EVE Vegas 2015 was an amazing experience, full of positive energy as EVE players flocked from around the country and even from around the world to attend the gathering at Planet Hollywood in sin city, Las Vegas. With 800 players in attendance, the convention was full of fans of EVE Online and associated properties, and I had a wonderful time going around and speaking with the various players. Everyone there was nice and in-game didn't affect IRL as all players got along with each other, shedding their in-game alliances to have fun, speak to developers, and celebrate their community and their game.
One of the more interesting parts of EVE Vegas was the swarm of developers interacting with the community. Everyone from CCP Seagull to CCP Falcon and every CCP inbetween it felt like was available to answer questions and provide insight both into the development process, the updates, and more. Never afraid to be approached, the staff from CCP were constantly an arms length away from players.
Within the community itself, I found some interesting statistics as I went around talking to various players. In a sample size of approximately 50 players, I found that there was an even mix of null, low, and high sec players. Many of the players in attendance were not part of the large alliances, but were instead focused on various activites such as wormholes, pirating, mining, and other activities. Many of the players were in small corporations, who made their living by being friends and doing random things in the game, instead of focusing on the bigger fights.
Many of the alliances has representation there, without a doubt. Goonswarm members were plenty, along with Spacemonkey, Fidelas, and other large alliances that I probably can't remember from my impromptu questioning. Likewise, many small corporations and solo players were there as well. I would say it was even across the board, with more casual players than the hardcore, but again this is random sampling of people waiting in line to try games or sitting in panels.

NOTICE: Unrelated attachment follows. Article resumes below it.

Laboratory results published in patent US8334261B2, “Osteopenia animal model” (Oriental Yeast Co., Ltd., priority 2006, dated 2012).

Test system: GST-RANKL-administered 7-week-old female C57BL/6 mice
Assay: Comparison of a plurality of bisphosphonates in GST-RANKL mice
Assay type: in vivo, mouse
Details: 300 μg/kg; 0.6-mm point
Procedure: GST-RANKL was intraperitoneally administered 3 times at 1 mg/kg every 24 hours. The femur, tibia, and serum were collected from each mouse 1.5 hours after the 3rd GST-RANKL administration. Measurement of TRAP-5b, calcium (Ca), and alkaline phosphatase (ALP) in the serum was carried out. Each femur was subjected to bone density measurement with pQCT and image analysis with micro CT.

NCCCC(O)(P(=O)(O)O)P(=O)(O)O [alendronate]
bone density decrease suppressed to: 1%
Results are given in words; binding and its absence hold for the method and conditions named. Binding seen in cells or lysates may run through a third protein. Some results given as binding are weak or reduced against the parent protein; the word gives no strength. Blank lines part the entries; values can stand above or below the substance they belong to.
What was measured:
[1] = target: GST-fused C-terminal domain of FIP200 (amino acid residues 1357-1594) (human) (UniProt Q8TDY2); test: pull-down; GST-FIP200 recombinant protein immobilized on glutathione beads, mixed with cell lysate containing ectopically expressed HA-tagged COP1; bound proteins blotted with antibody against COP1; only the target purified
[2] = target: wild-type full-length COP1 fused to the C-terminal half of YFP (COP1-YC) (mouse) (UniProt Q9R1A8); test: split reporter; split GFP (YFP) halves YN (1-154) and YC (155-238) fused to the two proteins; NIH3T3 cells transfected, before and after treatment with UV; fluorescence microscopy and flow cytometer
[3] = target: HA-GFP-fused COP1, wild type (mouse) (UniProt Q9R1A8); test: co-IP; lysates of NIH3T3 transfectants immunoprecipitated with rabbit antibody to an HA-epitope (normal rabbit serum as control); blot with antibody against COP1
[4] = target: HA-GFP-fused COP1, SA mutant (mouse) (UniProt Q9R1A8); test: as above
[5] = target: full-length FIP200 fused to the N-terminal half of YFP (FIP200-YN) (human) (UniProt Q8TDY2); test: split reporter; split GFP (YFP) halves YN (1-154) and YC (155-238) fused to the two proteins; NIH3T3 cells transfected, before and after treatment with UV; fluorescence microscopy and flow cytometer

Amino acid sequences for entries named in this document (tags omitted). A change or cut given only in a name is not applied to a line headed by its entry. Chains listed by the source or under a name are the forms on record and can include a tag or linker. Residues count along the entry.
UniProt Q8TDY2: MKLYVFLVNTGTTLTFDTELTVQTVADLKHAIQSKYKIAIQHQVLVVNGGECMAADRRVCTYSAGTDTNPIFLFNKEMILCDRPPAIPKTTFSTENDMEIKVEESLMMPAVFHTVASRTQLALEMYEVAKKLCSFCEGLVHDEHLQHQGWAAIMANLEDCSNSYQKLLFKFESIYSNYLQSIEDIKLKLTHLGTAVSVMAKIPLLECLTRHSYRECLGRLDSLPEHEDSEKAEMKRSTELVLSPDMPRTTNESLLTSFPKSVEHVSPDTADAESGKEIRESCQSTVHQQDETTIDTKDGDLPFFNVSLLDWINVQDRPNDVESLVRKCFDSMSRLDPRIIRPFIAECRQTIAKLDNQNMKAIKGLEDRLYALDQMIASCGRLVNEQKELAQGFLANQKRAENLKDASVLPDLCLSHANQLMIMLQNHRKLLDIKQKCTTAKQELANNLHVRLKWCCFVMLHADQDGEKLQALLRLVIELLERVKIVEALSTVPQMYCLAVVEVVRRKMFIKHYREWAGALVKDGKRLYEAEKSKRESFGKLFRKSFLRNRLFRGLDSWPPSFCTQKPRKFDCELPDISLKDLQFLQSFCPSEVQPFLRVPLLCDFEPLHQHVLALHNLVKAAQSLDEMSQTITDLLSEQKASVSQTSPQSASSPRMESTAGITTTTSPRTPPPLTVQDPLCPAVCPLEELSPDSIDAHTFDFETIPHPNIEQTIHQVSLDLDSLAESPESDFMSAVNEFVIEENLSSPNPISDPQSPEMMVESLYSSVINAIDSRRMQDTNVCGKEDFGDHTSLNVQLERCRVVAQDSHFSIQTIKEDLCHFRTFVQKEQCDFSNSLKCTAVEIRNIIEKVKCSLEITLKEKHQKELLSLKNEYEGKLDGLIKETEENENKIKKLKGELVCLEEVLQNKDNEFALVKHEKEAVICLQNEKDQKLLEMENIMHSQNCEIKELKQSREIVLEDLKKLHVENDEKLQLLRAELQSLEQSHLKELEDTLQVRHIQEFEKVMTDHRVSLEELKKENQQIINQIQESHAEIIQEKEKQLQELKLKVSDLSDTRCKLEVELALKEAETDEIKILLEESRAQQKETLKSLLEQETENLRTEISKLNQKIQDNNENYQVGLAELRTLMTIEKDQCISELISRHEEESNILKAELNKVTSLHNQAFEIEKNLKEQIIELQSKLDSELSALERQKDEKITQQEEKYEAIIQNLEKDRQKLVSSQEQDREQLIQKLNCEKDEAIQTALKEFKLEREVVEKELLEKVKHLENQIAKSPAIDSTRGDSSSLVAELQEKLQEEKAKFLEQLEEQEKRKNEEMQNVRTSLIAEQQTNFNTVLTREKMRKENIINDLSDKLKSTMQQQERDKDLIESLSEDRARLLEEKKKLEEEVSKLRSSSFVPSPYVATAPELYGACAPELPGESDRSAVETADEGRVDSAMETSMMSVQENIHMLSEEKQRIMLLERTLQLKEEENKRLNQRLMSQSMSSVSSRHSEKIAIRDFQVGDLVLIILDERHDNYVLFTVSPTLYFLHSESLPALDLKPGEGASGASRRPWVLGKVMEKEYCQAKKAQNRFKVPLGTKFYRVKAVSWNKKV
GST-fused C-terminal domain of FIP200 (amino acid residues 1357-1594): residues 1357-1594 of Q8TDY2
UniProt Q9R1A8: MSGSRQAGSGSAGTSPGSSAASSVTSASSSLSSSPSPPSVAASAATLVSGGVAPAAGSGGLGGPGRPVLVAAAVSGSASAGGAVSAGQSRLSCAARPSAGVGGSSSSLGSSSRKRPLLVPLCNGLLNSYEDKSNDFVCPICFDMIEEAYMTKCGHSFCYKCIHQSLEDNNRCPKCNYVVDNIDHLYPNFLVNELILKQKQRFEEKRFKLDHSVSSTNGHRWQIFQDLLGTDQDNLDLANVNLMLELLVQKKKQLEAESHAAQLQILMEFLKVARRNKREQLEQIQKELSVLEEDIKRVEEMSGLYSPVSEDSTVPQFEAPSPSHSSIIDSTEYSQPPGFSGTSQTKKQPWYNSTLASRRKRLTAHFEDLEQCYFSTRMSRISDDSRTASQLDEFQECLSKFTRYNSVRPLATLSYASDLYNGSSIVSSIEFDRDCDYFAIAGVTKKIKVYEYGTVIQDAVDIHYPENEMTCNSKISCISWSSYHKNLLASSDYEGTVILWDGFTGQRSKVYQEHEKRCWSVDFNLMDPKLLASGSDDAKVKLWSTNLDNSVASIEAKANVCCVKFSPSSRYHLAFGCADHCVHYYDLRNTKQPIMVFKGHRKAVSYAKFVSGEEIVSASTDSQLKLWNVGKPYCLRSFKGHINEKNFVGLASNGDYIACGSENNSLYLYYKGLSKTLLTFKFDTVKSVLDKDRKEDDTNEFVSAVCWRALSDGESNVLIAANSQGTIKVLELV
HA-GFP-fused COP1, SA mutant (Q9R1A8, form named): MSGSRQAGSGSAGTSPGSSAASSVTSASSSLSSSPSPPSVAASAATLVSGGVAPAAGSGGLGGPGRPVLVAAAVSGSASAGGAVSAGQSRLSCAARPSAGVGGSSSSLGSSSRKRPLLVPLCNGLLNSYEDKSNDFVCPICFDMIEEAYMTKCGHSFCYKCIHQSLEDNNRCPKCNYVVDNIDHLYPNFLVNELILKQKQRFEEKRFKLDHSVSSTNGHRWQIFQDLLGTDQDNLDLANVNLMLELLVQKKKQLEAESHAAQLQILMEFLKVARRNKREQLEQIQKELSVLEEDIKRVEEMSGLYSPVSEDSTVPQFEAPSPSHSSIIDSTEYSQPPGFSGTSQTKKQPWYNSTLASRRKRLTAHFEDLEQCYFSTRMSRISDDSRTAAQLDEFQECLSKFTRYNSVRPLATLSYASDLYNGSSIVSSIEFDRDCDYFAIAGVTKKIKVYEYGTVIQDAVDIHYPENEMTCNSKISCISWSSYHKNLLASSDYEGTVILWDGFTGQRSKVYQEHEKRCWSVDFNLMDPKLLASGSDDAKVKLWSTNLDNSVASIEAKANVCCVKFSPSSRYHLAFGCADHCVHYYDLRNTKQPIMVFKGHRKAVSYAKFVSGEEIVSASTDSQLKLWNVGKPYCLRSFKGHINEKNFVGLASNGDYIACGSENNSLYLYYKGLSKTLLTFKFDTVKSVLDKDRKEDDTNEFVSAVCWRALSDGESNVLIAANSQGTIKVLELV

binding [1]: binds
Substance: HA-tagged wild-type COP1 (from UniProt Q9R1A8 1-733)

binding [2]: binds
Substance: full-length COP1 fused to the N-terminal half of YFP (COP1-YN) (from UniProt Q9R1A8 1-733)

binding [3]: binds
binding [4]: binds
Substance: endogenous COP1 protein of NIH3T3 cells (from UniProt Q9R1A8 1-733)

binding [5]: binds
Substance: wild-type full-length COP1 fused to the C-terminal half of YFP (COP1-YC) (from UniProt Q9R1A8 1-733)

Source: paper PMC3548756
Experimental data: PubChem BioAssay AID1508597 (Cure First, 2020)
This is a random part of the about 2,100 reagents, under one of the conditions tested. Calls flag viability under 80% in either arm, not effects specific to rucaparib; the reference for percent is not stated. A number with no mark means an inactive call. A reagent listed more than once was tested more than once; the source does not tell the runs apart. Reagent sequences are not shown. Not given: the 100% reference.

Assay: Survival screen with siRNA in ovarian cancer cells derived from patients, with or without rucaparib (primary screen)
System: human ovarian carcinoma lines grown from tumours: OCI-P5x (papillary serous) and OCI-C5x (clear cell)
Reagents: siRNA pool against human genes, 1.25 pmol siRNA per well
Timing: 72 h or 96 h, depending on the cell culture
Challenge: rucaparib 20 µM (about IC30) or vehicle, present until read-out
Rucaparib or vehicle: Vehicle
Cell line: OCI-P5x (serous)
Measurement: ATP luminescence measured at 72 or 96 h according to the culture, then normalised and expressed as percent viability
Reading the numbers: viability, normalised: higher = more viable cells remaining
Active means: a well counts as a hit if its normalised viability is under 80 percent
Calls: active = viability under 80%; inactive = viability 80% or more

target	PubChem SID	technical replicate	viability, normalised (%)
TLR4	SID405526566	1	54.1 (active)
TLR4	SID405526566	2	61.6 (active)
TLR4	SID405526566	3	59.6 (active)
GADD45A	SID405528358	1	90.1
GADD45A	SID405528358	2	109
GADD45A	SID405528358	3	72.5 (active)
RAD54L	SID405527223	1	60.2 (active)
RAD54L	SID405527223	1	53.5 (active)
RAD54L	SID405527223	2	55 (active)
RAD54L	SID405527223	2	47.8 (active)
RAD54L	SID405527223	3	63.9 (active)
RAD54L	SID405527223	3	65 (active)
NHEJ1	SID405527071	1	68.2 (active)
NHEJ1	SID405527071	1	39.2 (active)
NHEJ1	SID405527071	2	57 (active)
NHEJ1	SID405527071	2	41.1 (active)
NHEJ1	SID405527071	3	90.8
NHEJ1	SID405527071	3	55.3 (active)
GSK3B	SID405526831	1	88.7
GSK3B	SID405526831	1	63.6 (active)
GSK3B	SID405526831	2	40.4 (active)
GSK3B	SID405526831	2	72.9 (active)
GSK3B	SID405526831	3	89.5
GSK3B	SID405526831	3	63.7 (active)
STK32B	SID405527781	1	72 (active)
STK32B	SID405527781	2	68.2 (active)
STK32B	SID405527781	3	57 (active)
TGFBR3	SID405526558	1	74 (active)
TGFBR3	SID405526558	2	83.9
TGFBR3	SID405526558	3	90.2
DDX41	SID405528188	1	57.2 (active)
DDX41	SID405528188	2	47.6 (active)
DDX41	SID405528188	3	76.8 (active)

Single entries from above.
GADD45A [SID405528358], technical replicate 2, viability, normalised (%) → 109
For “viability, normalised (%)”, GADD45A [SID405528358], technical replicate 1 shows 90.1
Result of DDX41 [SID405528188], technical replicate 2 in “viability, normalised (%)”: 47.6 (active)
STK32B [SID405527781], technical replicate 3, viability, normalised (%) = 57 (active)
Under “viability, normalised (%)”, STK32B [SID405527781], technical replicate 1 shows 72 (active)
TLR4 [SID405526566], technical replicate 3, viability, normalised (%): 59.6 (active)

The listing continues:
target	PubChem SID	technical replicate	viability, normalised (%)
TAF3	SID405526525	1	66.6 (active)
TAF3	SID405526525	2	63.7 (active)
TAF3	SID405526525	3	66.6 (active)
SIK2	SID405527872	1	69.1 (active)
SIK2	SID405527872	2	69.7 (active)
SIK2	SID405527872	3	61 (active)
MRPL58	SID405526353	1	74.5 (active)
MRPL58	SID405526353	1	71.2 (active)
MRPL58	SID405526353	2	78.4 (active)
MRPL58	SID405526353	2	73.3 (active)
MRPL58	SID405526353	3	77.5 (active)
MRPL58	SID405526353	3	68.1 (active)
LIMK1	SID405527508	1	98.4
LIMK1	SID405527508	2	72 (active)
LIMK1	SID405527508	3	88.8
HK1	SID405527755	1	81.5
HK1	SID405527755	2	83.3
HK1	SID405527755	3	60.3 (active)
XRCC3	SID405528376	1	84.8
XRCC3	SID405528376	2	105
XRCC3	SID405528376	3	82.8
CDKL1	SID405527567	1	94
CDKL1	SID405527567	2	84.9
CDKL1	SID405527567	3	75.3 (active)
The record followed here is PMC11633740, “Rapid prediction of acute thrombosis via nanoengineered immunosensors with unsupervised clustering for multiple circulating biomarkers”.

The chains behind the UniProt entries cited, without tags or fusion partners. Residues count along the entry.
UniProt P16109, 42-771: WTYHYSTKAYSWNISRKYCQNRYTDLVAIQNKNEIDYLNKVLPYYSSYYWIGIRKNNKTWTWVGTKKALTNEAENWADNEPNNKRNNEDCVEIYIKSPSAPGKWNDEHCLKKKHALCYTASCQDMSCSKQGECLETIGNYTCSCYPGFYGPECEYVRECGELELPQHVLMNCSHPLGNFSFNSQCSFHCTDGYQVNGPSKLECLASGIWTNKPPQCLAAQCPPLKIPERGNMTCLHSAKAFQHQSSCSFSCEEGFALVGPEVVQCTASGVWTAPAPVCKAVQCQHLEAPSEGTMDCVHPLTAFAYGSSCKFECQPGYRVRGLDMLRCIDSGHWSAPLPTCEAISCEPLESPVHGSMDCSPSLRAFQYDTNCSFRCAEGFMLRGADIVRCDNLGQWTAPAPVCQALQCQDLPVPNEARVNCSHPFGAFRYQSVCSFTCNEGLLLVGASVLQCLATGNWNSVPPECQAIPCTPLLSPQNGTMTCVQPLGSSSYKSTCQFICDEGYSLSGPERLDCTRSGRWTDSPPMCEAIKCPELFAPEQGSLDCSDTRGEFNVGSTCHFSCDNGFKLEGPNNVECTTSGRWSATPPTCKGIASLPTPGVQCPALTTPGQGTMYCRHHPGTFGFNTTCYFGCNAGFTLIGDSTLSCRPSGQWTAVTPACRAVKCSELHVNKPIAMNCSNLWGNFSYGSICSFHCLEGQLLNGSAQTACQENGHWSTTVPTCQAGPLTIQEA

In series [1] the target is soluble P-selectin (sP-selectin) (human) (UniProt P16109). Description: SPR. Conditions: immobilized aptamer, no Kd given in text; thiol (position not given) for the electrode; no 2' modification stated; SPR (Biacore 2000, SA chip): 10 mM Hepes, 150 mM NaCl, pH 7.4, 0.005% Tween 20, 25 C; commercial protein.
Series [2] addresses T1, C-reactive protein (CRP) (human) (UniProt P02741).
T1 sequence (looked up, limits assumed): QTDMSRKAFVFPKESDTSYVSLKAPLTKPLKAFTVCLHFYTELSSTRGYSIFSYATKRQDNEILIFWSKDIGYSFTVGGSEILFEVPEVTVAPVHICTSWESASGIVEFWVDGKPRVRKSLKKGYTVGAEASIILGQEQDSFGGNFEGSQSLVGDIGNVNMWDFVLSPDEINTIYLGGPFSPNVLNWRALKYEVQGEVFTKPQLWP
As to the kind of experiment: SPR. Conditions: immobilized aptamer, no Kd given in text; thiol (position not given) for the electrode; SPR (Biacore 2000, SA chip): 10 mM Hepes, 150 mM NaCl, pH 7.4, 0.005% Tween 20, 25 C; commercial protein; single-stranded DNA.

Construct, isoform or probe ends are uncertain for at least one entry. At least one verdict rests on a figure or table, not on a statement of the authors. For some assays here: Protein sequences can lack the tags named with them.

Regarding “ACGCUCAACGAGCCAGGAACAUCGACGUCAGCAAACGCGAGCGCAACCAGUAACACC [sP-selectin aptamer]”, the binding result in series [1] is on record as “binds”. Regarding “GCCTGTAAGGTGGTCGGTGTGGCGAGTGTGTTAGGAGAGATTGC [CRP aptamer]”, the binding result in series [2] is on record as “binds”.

I'd say the energy was exciting though, as fans worked together to have a fun time. No one was insulted, or mean, or harassed, and no big alliance player looked down on the high sec PvE players. Everyone collectively enjoyed the event together, and everyone I spoke too was very, very accepting on any and all playstyles. Which I find to be interesting, because many would consider EVE a game with a lot of smack talk considering how much PvP takes place.
In the same thought, a lot of the hardcore players were more than happy to take time to explain their thoughts on the impact of citadels and share tips, strategies, and even offers of help to players who are trying to climb up and into the bigger world of EVE PvP, and everyone collectively just... I don't know, got along. It was amazing and showed how much community means within the game.
The players partied hard in a city where partying is what you got to do. Players were thrilled to have every second they could together to talk shop about EVE, meet new friends, and hang out with the old. In the morning you could find players enjoying some of the Vegas staples that I like to call what is wrong with my life. Here is an example, from Planet Dailies in Las Vegas.
From everyone I spoke with, a lot of players showed up not really that interested in EVE Valkyrie, but after playing it, were blown away. You could almost count me in that group, my expectation and the reality were so far apart, I was left nearly speechless after my demo of the game, and I'm talking with 100% seriousness. Gunjack, the mobile game, impressed many of the players who tried it, but I found that many didn't have time for both lines.
Lots of information was shared, which I am sure everyone who plays is now digesting, including new structures, project discovery, and more. Fans spent most of the time talking about the changes, and like I said, hashing it out with the developers.
All in all the event was amazing and I'm glad I got to meet so many awesome players. It was a real treat for me to see such a passionate community that was very excited for their game, and it left me with some very fond memories of the entire ordeal.
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